Historic County Courthouse Grant Program

Rehabilitating Historic County Courthouses

Applications for the 2021-23 eleventh grant round of the Historic County Courthouse Rehabilitation Grant Program are being accepted. Due to the COVID-19 outbreak, the deadline to apply has been extended to July 22nd, 2020.  

For more information about the program and access to the application forms, please visit DAHP’s website.

Administered by DAHP and the Washington Trust

The top priority of the Washington Trust’s 2005 State Legislative Agenda was the passage of an historic county courthouse rehabilitation fund. Working in partnership with the Washington State Association of Counties (WSAC), the Washington Trust was successful in its efforts to create a $5 million pool in matching funds to aid in the rehabilitation of the 33 historic county courthouses in the state. The Washington State Legislature allocated $5 million in the state’s 2005-07 Biennium capital budget and targeted $450,000 of the total for stabilization of the Jefferson County Courthouse clock tower.

For more information about the program, please also see DAHP’s website.

Rehabilitation Needs & Benefits

The idea for this program arose from a study sponsored by the then Office of Archaeology and Historic Preservation (OAHP) in 2003. Artifacts, Inc. surveyed Washington’s 39 county courthouses and determined that 29 met National Register standards (Franklin County Courthouse interior dome, photo above left courtesy Artifacts, Inc.). They assessed the existing condition of those courthouses and estimated costs for rehabilitation, uncovering over $90 million in needs. Since completion of the survey, an additional four county courthouses have been deemed eligible for the program.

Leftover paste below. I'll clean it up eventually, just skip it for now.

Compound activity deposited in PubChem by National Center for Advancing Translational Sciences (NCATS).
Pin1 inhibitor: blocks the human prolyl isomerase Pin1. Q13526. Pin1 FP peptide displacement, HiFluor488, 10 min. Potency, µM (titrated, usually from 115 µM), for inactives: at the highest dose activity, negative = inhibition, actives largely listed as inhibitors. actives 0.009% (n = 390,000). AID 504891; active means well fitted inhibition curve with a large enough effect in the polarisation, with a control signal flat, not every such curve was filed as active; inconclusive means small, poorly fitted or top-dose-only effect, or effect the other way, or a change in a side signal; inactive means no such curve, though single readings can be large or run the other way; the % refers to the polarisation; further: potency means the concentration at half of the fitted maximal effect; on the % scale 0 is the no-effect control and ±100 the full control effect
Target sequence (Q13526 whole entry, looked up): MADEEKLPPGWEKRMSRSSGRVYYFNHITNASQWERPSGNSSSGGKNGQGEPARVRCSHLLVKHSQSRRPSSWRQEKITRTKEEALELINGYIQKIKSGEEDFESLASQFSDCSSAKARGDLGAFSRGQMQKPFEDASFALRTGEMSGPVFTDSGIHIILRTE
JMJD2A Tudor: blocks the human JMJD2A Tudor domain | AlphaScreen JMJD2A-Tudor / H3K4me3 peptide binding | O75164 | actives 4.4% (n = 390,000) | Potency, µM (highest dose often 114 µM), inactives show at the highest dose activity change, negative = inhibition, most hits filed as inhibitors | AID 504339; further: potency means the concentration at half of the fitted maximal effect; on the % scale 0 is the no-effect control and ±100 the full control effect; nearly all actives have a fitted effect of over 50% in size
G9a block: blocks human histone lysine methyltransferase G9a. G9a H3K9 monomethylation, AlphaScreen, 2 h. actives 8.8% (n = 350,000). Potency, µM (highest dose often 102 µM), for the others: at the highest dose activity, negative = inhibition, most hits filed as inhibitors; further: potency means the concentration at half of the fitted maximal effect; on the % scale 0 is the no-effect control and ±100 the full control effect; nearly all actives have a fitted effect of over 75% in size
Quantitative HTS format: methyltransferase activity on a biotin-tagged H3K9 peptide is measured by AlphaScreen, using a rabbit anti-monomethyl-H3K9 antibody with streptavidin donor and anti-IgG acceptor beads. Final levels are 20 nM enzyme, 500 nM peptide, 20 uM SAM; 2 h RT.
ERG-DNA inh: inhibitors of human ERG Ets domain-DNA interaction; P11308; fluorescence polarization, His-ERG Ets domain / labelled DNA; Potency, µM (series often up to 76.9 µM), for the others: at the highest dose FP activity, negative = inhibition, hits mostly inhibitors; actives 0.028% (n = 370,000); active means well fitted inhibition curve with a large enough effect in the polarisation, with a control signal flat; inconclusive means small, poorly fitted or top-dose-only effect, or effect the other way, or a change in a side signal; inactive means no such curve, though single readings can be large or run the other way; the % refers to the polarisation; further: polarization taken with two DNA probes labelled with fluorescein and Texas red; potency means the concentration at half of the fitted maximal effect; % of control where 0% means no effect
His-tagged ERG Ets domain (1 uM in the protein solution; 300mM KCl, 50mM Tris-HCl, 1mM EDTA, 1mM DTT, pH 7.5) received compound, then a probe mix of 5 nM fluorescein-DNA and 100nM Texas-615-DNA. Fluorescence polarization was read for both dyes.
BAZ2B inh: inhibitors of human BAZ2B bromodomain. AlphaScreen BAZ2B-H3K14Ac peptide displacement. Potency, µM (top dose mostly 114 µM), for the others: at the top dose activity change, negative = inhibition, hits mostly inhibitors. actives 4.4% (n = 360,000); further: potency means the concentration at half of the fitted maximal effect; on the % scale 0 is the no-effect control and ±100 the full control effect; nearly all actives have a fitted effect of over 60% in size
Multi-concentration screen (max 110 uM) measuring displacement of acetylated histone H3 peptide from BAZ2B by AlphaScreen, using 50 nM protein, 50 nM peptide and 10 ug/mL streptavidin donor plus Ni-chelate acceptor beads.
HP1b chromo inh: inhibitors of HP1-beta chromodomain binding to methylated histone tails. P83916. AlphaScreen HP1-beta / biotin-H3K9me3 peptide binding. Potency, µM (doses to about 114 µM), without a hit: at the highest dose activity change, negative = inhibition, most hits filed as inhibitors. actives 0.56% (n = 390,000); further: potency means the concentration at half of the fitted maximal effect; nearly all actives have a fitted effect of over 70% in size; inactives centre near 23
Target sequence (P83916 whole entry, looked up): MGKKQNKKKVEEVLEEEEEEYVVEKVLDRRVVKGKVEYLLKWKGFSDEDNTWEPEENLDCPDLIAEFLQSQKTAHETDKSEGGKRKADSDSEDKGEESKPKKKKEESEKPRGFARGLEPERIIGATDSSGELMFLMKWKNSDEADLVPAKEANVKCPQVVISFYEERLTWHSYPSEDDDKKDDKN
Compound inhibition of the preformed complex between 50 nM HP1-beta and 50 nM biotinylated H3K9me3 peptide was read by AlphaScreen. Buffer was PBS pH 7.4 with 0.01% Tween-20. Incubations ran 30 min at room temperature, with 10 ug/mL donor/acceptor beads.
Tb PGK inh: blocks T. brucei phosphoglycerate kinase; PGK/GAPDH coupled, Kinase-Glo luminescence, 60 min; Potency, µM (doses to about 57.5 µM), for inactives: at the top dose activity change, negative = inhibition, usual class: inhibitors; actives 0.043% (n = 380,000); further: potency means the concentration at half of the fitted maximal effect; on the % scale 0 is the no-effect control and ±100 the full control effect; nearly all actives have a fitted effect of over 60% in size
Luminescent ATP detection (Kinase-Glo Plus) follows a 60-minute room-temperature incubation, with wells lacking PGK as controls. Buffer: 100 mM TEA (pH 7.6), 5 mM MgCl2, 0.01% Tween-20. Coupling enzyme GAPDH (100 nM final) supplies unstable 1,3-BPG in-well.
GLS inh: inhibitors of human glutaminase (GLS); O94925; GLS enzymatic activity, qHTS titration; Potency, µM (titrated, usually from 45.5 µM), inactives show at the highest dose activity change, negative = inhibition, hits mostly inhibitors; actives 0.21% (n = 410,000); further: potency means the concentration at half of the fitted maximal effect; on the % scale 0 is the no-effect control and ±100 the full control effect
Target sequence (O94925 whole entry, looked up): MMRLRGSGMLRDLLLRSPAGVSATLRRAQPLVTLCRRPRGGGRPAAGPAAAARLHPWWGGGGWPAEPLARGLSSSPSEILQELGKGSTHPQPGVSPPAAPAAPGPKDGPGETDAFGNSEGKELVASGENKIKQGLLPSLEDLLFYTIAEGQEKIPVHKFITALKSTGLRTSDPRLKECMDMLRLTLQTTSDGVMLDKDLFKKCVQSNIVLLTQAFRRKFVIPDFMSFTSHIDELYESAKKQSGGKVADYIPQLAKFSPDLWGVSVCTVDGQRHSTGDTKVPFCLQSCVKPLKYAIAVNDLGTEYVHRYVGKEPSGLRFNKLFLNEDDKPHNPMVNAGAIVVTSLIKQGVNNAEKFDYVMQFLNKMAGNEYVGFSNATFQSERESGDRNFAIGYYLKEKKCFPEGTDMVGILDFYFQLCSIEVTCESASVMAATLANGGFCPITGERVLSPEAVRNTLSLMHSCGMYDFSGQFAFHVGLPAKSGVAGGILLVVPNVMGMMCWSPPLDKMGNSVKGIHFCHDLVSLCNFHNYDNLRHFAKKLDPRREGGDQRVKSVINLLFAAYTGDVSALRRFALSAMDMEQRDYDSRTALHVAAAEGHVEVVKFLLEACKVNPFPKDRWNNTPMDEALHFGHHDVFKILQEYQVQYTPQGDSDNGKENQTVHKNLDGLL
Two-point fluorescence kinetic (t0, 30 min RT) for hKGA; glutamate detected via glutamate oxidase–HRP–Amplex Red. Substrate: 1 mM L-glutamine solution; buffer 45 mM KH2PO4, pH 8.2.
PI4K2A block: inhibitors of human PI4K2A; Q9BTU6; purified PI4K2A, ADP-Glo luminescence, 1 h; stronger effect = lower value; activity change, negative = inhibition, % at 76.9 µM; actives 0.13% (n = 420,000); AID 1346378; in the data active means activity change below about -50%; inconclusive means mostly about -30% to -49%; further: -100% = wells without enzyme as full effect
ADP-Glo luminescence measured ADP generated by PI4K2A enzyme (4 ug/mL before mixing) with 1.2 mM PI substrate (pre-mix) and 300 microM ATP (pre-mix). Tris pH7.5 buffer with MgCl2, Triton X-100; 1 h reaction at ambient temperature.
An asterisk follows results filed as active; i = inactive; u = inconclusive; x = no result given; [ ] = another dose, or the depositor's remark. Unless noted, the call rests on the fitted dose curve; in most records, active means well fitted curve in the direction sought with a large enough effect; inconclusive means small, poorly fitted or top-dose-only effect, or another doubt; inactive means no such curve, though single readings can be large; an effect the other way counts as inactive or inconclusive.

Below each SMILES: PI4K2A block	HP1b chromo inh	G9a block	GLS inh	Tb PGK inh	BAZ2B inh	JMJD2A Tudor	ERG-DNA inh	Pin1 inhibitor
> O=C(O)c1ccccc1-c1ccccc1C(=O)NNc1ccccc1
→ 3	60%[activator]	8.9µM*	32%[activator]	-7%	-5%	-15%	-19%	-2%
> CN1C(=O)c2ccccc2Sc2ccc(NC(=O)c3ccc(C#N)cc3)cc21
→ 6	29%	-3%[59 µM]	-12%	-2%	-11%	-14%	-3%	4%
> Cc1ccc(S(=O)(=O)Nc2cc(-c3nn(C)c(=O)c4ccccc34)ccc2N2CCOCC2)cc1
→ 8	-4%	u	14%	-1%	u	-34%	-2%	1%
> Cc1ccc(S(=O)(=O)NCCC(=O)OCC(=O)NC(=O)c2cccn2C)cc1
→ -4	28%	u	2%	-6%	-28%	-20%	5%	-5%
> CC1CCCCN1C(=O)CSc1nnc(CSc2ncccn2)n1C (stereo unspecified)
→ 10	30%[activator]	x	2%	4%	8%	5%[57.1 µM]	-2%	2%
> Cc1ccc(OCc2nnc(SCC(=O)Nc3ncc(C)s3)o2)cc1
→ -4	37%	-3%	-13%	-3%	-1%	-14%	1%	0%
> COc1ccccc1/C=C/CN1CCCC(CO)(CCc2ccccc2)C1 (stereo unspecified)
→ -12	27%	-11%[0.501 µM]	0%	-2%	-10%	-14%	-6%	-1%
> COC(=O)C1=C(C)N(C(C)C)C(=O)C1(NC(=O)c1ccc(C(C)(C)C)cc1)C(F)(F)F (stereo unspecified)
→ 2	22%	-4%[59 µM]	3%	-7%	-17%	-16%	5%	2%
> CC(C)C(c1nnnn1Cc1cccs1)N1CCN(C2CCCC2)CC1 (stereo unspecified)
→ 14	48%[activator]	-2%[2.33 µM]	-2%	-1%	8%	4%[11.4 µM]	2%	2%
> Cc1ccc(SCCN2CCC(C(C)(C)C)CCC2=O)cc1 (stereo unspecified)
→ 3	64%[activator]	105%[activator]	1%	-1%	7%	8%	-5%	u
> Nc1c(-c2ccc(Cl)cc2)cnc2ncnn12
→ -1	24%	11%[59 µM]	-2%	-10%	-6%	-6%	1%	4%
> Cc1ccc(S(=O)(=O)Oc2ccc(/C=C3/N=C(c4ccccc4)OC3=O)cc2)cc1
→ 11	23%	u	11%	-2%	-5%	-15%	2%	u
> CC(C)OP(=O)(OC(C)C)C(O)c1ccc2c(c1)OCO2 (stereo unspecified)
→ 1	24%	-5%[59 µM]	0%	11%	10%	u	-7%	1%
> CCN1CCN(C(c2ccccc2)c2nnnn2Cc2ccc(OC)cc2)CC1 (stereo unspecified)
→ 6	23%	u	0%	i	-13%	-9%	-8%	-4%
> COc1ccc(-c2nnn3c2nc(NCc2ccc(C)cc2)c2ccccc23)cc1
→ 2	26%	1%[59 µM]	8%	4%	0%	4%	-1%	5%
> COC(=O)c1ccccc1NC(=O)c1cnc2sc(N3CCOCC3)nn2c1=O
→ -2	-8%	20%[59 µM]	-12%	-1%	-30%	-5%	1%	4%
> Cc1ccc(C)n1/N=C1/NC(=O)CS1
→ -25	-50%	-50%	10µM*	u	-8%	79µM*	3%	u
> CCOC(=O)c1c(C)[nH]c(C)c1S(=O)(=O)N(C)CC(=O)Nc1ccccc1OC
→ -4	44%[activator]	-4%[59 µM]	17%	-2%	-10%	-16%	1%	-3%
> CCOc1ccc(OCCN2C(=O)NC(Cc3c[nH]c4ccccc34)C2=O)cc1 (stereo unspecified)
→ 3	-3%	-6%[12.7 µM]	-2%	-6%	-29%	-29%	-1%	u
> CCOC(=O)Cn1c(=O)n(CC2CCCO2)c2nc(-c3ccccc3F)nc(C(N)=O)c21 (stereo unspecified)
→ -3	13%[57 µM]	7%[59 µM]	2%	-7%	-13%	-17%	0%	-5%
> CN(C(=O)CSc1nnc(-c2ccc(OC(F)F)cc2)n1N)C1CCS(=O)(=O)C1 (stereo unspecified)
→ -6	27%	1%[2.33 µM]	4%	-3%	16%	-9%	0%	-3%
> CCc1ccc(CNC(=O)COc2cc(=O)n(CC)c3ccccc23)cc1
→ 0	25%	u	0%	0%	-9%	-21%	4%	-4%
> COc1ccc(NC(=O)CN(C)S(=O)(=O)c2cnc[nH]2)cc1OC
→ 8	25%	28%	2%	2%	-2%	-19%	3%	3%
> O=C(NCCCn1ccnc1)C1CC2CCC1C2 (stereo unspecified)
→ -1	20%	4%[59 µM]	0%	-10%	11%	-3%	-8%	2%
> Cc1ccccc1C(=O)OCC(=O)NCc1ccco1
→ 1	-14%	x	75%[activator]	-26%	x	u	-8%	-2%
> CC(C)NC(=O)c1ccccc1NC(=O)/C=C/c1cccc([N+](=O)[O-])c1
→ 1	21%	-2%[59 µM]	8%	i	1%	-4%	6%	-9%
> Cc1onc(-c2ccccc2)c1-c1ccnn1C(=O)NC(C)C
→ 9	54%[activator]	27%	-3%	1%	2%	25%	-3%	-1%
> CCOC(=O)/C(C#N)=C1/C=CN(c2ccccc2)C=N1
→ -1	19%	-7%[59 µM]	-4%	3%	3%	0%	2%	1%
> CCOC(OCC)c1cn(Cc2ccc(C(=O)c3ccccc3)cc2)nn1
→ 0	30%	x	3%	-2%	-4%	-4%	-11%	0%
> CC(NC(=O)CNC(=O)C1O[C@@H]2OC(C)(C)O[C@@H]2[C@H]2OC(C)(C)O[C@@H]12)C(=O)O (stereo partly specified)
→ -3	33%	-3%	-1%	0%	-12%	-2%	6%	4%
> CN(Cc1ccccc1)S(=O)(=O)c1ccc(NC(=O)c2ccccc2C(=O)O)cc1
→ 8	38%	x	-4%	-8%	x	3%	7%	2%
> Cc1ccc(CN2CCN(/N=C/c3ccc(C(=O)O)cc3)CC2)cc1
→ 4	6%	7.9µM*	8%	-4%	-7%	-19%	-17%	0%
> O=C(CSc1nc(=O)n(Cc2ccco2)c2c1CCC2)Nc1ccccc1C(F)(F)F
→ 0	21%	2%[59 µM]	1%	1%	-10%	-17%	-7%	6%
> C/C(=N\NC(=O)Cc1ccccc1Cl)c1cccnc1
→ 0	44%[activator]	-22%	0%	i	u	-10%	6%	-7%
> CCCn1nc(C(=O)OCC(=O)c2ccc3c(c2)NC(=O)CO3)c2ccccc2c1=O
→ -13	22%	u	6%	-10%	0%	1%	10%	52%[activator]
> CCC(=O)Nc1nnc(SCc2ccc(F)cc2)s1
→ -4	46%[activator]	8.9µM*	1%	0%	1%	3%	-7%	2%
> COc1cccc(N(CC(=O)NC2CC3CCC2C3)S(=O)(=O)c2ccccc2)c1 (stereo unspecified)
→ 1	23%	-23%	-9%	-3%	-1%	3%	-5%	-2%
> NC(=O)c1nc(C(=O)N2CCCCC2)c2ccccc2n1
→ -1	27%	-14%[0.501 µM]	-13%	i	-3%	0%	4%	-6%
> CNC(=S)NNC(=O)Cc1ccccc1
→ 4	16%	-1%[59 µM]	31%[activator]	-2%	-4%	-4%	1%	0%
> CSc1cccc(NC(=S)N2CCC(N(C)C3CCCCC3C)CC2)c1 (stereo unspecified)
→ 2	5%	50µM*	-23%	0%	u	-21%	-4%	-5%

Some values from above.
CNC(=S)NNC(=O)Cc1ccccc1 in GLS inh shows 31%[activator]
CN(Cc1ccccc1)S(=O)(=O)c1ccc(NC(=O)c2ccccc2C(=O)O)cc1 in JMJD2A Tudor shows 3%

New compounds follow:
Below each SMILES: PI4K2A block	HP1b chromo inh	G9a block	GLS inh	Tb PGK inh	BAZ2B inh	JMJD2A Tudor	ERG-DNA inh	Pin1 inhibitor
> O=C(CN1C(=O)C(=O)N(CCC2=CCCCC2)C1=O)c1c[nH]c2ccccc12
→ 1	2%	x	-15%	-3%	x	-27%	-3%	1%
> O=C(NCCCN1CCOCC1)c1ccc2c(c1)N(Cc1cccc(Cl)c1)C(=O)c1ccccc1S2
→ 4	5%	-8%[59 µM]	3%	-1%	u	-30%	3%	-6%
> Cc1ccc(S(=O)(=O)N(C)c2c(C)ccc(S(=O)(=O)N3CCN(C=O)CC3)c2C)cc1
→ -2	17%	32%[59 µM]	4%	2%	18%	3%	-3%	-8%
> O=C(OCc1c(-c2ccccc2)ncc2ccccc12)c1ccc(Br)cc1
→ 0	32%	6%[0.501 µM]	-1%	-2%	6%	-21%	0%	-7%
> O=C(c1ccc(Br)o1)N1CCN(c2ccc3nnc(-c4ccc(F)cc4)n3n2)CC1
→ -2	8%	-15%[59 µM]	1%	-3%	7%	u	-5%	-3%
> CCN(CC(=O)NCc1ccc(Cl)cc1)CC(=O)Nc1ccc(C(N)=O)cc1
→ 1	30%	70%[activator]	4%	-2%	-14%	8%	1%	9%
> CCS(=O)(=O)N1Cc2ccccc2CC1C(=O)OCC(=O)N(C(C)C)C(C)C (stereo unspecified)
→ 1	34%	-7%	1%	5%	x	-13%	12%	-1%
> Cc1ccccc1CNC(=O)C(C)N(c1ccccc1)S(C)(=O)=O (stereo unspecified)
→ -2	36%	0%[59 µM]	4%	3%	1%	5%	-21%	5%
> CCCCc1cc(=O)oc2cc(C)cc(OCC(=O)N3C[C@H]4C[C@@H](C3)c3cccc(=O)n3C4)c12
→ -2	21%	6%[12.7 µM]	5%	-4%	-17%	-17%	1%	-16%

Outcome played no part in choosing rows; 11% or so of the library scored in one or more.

Because of the size of these structures, the cost of maintenance, and the lack of good information on appropriate rehabilitation methods, many historic county courthouses are in danger from neglect or from inappropriate alterations. This program provides an incentive for county governments to save these local landmarks and to do it the right way. In addition to supporting rehabilitation of historic features, the fund can be used for seismic and accessibility upgrades that meet accepted historic preservation standards.

The program also provides a shot in the arm for the local economy. Historic rehabilitation creates more jobs than new construction. It relies on local suppliers and contractors for materials and manpower, assisting both local businesses and the local tax base. Rehabilitation spurs other private investment in downtown properties, which attracts more businesses, shoppers, and visitors. Dayton, in Columbia County, is a good example of what can occur in even the smallest rural communities when the courthouse – the center of community life – is returned to its original glory. That rehabilitation effort touched off a wave of reinvestment in this small southeast Washington community. Today, Dayton is a must-see stop for dining, lodging, and shopping in the Walla Walla wine region.

Current State of the Program

Since 2005, nearly $18 million has been awarded to 26 counties statewide for rehabilitation projects to historic county courthouses. This investment has worked to leverage approximately $45 million in local investment.

Specifically, the program works to achieve the following results:

  • Assist counties, especially smaller, more rural counties, with much needed capital projects to improve infrastructure and preserve historic features;
  • Work to create local jobs;
  • Majority of expenditures pays for labor as opposed to materials – given that rehabilitation work deals largely with repairs to existing building fabric, comparatively little is spent on purchase of materials;
  • Assist in preserving Washington’s civic legacy and heritage!

Access/download our Courthouse Grant Program Fact Sheet for more comprehensive information on achievements to date.

Courthouse Grant Program Fact Sheet

For more information about this program, please contact Chris Moore of the Washington Trust for Historic Preservation at 206-624-9449 or via email.